We heard about that kind of belonging in the Gospel reading today, one of my favorites, actually.  It’s what we usually call the “parable of the prodigal son,” but a better name would be “the parable of the Father’s embrace.”  Jesus tells this story because the religious authorities are grumbling at him for associating with lowlifes, the tax collectors and other sinners.  He’s out there with the folks on Venice Beach, so to speak, and the religious leaders can’t understand why.  So Jesus tells them a couple of parables, including this one, to reveal the sense of belonging that God offers us and God’s passion to draw us into it.
In this story, it’s not cheap grace that the Father gives his wayward son.  It’s true that the Father’s love is always there for the taking, but it matters when the Father extends it – which is once the son has made the first move.  The son has to decide to turn around, to repent, to come back home.  But once he does, the Father doesn’t put him on probation until he proves himself.  The Father makes a move just as dramatic as the son’s return, rushing out of his house and down the road, meeting his wayward son out there on Venice Beach.  The sense of belonging, the sense of embrace, that the son had thrown away – it’s there for him, once again.  The Father runs to him, puts his arms around him, and kisses him.  And once he’s in his Father’s arms, the son knows that’s where he belongs, without a doubt.
That’s what the people at Thad’s are experiencing: God, in the person of that congregation, is throwing open the doors of the traditional Church and running outside it, finding lost daughters and sons and welcoming them home.  They need to feel that they belong; and in the spiritual community of Thad’s, they’re finding that embrace.
These days, that’s what the experts are saying people need as their first step in becoming part of a faith community.  In the old days, when the Church could expect most people would want or need to be part of it, the model worked like this:  You believed in the things the Church said you should believe, you behaved in a way that let you fit in with the other folks there, and eventually you came to feel like you belonged.  Now, as writers like Diana Butler Bass explain, the model is reversed for the religiously unaffiliated.  Now, they need to feel like they could belong in given a spiritual community.  Then they’ll try on the behaviors people practice there – things like coming to worship, having a prayer life, serving in the church and the community, giving back to God in thanksgiving for their blessings.  And through this process comes a deep, centering belief in God as revealed in Jesus Christ.  It’s the kind of belief that’s more than simply agreeing something’s true.  It’s the kind of belief you stake your life on.1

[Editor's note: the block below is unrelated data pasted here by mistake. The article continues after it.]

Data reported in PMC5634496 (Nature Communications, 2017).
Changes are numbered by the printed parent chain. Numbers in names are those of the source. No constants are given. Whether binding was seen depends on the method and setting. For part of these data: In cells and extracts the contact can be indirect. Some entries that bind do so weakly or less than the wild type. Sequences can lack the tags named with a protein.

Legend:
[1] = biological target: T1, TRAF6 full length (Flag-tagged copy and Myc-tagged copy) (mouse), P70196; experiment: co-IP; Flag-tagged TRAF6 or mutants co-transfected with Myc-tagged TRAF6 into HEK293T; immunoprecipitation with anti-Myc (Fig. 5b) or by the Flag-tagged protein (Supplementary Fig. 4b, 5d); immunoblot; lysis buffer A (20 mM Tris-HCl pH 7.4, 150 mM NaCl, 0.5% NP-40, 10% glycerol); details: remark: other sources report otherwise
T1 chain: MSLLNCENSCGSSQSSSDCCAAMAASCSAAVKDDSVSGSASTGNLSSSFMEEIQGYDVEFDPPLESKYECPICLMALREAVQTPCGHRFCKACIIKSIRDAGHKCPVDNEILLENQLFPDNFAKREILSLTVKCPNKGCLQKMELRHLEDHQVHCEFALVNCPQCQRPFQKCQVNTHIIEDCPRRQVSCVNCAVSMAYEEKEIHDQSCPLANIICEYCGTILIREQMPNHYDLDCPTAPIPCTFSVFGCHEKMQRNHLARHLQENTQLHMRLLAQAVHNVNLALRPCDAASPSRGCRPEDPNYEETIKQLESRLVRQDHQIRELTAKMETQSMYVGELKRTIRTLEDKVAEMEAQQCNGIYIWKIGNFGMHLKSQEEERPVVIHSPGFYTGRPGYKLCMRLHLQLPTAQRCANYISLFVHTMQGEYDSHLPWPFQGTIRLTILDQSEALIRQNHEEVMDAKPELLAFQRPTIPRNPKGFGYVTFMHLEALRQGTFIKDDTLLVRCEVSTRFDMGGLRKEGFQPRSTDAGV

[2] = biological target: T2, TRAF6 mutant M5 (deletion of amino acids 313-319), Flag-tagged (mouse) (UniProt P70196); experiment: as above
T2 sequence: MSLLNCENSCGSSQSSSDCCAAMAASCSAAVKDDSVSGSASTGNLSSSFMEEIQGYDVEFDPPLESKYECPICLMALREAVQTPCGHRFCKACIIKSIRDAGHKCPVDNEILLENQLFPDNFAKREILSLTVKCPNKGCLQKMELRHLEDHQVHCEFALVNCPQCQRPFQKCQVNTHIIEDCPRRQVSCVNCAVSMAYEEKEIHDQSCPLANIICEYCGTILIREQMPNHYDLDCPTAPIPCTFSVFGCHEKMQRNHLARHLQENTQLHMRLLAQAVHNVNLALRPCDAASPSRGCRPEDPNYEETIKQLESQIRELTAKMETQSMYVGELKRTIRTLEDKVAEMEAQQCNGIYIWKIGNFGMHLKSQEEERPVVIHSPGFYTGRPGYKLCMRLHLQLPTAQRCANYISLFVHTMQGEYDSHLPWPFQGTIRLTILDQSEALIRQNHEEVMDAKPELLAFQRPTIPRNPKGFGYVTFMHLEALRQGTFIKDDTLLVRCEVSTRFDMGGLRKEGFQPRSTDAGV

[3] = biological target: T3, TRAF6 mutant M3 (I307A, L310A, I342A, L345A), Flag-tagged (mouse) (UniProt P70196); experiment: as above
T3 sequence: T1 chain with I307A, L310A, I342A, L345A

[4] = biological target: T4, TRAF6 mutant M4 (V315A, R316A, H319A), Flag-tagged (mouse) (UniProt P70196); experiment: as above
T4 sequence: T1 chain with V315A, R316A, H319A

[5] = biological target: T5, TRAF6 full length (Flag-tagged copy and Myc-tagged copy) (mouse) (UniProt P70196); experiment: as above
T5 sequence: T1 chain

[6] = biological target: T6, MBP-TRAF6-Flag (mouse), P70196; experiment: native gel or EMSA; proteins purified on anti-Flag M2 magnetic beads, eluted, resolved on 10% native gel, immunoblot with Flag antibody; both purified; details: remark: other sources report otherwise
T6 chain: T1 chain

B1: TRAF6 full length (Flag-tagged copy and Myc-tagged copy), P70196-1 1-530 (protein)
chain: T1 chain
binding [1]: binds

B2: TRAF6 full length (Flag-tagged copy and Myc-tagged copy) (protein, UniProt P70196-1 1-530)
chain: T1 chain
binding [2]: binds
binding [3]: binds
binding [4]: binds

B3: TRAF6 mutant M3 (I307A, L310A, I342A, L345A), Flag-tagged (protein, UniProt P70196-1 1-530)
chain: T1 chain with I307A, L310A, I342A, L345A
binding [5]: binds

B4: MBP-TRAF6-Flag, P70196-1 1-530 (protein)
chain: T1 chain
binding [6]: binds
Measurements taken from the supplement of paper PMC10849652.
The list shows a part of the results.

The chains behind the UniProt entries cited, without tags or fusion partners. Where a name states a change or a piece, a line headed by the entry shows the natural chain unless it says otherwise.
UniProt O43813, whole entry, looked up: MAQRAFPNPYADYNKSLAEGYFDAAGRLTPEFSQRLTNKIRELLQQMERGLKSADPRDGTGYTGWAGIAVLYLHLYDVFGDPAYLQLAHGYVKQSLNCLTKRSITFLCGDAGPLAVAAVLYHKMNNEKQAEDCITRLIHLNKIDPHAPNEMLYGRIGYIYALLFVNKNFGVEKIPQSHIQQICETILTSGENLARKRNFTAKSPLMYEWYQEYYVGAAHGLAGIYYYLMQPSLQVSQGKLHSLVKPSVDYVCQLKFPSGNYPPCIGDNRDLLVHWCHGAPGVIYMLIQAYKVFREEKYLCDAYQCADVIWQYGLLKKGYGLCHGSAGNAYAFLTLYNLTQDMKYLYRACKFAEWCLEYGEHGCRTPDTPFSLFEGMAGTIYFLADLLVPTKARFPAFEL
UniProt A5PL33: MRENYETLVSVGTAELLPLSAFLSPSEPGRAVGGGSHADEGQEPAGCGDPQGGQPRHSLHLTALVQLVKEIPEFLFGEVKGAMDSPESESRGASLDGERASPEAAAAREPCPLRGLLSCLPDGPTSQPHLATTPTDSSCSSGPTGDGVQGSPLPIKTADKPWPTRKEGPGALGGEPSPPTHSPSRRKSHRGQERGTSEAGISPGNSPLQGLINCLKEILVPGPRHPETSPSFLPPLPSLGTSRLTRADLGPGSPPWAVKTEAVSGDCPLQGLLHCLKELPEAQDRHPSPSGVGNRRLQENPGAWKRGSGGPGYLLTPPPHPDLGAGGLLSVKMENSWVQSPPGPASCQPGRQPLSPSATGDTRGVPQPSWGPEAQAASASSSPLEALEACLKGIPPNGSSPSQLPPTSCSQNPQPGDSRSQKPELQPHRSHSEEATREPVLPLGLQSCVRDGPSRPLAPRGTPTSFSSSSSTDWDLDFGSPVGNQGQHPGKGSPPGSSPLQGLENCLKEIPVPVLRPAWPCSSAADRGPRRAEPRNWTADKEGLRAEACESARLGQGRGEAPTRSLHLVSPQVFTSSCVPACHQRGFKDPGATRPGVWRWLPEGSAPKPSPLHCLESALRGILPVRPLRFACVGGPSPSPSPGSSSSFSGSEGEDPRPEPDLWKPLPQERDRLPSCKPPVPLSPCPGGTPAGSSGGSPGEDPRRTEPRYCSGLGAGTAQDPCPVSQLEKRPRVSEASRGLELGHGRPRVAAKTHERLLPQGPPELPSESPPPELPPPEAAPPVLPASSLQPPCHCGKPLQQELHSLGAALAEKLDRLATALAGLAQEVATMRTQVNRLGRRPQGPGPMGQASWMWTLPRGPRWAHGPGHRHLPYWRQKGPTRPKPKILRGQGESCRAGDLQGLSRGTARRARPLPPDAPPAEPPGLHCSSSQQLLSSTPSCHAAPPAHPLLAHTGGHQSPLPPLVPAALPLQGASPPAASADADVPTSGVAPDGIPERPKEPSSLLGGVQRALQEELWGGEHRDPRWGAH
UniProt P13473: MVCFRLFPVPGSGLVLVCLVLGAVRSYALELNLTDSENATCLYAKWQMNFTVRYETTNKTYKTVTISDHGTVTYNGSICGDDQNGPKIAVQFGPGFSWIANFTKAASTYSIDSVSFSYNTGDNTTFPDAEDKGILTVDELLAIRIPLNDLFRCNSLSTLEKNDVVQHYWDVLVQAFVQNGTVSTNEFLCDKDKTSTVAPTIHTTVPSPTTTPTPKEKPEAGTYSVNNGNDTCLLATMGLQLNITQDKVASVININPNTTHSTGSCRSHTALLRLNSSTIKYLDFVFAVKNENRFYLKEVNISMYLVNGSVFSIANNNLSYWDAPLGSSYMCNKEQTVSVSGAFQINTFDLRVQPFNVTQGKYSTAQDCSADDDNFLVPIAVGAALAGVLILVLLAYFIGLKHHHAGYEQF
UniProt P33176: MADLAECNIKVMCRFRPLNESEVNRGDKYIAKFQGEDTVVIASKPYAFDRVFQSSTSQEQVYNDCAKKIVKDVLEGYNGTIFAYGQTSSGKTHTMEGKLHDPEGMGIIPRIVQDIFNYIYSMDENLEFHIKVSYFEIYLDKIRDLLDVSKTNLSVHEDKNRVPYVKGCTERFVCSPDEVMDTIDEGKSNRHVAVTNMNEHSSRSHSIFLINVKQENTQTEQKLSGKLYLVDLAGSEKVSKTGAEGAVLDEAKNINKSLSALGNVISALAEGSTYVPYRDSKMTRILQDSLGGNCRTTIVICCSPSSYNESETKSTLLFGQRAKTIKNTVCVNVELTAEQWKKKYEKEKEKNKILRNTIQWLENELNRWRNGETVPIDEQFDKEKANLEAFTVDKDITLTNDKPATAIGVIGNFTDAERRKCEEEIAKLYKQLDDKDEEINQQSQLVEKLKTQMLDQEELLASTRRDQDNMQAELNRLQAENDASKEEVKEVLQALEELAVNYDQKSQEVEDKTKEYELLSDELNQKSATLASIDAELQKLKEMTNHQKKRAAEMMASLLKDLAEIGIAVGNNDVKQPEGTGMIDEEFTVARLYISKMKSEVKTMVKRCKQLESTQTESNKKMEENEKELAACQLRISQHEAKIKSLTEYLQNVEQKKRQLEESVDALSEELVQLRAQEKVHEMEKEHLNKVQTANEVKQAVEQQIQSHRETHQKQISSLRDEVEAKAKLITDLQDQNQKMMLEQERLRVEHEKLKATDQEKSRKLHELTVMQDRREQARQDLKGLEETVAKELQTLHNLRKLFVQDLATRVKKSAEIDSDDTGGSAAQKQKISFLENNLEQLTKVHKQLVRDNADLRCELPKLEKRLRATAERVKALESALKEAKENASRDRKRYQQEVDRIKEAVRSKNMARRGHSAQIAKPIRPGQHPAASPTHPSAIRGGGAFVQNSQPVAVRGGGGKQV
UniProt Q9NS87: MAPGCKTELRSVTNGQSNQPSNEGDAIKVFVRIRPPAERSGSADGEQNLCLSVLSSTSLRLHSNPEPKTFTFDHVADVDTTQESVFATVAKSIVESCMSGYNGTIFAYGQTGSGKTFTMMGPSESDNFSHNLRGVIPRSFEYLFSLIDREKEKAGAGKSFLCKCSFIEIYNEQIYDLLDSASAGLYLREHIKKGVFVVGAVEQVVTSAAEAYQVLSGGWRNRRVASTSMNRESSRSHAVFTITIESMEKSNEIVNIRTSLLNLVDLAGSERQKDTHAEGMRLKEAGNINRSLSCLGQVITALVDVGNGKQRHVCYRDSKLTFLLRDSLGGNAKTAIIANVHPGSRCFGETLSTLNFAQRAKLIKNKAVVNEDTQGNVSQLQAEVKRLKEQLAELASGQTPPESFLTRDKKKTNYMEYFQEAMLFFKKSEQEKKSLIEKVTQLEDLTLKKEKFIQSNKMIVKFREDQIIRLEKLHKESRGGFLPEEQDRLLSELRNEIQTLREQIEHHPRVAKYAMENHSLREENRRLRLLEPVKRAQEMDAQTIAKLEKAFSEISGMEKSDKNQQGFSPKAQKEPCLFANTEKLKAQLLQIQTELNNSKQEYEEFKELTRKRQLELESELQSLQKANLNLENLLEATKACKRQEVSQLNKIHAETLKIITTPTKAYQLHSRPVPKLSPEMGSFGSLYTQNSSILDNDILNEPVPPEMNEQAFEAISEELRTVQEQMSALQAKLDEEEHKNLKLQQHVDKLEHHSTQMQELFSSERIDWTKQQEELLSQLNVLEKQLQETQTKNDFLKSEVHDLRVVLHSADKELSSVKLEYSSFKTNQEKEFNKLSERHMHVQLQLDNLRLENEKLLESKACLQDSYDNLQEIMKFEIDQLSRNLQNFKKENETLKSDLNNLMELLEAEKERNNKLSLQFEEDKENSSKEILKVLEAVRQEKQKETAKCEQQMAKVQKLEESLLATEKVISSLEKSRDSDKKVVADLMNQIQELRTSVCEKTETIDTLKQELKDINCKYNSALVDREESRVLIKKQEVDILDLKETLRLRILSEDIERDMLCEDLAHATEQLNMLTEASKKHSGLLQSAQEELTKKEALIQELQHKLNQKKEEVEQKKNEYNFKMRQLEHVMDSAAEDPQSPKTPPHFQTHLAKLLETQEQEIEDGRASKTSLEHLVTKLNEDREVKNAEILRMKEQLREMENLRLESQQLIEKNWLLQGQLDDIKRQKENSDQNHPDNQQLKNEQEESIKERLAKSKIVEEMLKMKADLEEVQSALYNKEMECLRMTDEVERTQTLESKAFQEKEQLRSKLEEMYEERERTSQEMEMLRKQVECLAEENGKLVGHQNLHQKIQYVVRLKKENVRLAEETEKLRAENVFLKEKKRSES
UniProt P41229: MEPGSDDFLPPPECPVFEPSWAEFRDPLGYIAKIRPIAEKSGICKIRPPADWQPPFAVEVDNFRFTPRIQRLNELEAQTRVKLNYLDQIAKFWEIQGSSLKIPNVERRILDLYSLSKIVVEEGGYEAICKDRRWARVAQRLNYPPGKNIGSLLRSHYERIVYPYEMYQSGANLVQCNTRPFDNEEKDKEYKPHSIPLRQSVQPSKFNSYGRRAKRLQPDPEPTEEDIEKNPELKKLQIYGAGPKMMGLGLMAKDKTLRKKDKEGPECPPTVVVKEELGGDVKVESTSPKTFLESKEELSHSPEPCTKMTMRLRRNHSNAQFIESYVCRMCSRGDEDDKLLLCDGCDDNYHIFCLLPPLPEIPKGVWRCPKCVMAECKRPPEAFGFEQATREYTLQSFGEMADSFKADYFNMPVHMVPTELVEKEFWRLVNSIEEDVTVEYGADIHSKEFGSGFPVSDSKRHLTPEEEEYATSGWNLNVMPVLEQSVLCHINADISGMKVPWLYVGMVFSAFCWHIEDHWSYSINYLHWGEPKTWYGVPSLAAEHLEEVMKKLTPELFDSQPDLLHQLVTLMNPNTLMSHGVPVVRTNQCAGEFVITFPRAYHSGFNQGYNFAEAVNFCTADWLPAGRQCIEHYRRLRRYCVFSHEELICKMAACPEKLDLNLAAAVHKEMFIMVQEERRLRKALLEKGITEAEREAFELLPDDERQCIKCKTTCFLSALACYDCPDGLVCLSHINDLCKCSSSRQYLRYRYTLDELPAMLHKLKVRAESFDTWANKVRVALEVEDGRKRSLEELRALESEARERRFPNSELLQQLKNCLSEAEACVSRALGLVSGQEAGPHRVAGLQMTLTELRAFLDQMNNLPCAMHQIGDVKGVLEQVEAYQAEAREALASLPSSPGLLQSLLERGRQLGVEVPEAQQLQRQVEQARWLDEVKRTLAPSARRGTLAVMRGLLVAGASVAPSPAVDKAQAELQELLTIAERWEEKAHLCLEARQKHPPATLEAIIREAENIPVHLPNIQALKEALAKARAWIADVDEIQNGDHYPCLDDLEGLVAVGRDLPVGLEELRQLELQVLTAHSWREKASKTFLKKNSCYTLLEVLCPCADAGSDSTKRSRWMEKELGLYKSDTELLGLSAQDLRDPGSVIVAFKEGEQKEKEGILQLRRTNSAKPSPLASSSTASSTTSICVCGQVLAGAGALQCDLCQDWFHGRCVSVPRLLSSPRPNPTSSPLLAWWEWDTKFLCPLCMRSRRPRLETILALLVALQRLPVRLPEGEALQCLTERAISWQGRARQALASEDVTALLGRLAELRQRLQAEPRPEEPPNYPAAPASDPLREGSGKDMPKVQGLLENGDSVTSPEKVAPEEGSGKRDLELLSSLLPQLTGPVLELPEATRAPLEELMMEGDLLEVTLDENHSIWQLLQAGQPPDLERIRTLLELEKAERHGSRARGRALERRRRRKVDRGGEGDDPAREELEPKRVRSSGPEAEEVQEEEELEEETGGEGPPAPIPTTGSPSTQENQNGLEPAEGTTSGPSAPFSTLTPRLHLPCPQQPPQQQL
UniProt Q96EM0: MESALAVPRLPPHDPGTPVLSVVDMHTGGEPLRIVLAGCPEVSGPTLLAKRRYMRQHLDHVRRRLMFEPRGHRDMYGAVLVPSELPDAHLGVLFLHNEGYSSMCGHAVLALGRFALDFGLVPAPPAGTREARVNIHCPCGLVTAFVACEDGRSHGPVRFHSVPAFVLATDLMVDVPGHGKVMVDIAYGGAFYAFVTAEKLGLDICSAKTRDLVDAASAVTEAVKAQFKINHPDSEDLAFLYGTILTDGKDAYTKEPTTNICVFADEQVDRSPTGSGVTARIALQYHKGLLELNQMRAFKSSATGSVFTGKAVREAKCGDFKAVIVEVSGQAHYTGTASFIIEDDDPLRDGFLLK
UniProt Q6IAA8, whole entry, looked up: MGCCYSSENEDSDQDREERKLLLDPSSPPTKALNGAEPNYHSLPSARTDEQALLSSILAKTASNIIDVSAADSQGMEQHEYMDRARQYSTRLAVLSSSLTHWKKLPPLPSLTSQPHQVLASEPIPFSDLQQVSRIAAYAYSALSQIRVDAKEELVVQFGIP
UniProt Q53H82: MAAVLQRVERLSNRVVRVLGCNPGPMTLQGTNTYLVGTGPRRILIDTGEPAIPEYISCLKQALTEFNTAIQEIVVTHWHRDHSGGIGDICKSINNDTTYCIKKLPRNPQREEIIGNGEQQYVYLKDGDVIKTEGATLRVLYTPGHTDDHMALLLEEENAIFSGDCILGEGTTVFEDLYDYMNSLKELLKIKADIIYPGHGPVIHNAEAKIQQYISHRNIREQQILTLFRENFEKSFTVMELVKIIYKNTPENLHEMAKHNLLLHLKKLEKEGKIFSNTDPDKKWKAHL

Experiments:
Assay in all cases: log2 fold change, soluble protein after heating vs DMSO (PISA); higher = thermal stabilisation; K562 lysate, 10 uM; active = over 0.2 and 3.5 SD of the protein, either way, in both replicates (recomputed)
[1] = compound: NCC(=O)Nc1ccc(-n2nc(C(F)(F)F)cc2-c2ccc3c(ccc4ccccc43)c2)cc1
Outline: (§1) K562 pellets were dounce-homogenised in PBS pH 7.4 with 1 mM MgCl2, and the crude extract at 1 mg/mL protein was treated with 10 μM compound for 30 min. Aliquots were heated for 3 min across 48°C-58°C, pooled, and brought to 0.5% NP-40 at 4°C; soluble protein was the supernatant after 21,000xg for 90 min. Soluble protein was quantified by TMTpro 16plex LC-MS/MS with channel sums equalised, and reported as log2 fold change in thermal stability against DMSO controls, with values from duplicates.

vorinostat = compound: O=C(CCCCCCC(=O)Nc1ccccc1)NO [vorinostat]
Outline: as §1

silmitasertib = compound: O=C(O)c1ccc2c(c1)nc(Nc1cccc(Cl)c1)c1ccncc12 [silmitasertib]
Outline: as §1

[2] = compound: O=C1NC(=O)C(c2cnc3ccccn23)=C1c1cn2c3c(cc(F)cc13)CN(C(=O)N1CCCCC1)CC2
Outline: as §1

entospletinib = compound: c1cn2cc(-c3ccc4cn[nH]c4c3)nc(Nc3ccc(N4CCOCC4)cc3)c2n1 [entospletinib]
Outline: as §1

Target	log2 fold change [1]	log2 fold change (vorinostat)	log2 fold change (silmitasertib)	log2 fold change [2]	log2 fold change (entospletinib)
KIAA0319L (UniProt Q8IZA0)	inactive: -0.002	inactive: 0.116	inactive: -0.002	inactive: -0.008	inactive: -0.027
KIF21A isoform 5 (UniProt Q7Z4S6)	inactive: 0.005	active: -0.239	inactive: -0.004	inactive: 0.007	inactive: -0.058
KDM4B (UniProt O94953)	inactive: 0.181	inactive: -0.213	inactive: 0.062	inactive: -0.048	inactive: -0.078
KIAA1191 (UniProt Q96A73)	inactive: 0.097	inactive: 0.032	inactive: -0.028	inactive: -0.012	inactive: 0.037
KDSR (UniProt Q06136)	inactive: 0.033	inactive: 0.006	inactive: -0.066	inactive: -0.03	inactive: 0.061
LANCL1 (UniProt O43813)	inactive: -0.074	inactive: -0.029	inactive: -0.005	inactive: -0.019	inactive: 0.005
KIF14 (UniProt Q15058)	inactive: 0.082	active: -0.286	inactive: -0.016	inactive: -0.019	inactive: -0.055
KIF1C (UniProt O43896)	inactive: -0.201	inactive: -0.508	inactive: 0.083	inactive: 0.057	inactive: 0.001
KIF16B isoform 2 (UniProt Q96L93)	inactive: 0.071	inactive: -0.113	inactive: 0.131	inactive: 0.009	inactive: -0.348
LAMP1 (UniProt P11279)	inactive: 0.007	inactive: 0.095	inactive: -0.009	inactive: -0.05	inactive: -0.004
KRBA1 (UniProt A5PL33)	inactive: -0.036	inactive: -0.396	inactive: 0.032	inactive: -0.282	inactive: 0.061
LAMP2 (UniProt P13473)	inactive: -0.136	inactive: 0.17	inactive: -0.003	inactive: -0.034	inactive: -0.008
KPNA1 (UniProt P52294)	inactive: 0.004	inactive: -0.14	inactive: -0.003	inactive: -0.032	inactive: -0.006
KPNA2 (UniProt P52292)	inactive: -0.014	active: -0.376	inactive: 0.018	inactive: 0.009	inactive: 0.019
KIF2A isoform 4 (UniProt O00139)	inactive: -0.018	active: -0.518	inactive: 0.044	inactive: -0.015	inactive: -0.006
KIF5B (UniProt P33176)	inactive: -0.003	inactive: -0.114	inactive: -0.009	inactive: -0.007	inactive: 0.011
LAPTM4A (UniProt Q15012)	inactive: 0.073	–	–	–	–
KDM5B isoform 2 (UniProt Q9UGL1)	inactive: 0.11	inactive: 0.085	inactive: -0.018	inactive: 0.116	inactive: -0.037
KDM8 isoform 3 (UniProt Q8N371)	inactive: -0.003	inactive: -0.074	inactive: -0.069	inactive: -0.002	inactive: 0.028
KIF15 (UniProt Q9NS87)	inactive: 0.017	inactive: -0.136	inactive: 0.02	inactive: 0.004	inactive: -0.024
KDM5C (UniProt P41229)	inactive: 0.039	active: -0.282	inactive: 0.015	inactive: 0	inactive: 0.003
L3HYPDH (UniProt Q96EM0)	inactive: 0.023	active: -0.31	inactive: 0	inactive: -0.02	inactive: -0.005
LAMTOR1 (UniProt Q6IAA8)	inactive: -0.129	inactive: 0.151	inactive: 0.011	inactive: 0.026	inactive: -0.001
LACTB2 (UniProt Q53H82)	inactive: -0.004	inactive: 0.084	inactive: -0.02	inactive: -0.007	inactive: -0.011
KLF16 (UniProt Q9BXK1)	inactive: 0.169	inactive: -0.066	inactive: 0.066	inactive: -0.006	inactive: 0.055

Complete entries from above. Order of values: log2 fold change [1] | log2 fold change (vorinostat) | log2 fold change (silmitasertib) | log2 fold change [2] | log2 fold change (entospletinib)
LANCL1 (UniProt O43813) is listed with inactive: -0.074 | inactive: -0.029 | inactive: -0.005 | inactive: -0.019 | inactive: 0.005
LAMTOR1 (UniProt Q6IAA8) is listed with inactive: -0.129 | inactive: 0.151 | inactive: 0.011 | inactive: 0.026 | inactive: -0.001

Those of us who know the love of Christ at St. Andrew's would say we belong here, in the way the prodigal son belongs in the love of his Father’s household.  You could cite lots of examples, but I saw one here a couple of weeks ago that blew me away.  Many of you know Allen Roth, who’s been a parishioner for many years, along with his wife, Cindy.  Many of you also know that Allen has received difficult news – a diagnosis of cancer the doctors say most likely won’t be cured.  The other night, Allen stood up in the Jewell Room before a couple of groups he belongs to here.  Everyone shared a glass of wine and a bite to eat, and Allen told his story – of his diagnosis, but also of the joy, the hope, and the paradoxical new life he’s found in the experience of “terminal” cancer.  The fact that Allen could stand up and offer that story says he feels he belongs here – and so does everyone who filled the Jewell Room that night.  They are bound together in the life of God’s kingdom that Paul describes in the reading from 2nd Corinthians: “If anyone is in Christ, there is a new creation: everything old has passed away; see, everything has become new!” (5:17).  The fact that Allen could throw a “cancer party” with his spiritual community at church shows just how much more than an institution St. Andrew’s really can be.  Everyone in the room that night felt life being made new.  Everyone in the room that night felt the Father’s embrace. 
And now, as St. Paul would urge us, we’re called to take the next step – to be “ambassadors” of God’s new creation (2 Corinthians 5:20) and bring the power of Jesus’ love to reconcile those who are spiritually homeless, those out wandering on the beach.  Our neighborhood looks different than Venice Beach, and most of the people on the Trolley Trail aren’t quite as interesting as the characters out in L.A.  But the call is the same.  Jesus asks us not simply to be a church that accepts the people who come to it but a church that reaches out to the neighbors around us and draws them into a spiritual community they may not even know they need.  Jesus asks us not just to be people who go to church but to be a church going to people.  I think Jesus is asking us to explore what it might look like to create a new worship opportunity, sometime other than Sunday morning, that connects a little more directly with the experience of people who aren’t here.  I think Jesus is asking us to build a community where people who aren’t here could feel like they belong.  I think Jesus is asking us to show “all sorts and conditions” of people that they can feel the Father’s embrace.  As the people of God in this place, we’re called to meet folks out on the road as they make their first, hesitating turns toward the Father’s love.  And then, we’re called to welcome them home.

1.         Bass, Diana Butler.  Christianity After Religion: The End of Church and the Birth of a New Spiritual Awakening.  New York: HarperCollins, 2012.  199-214.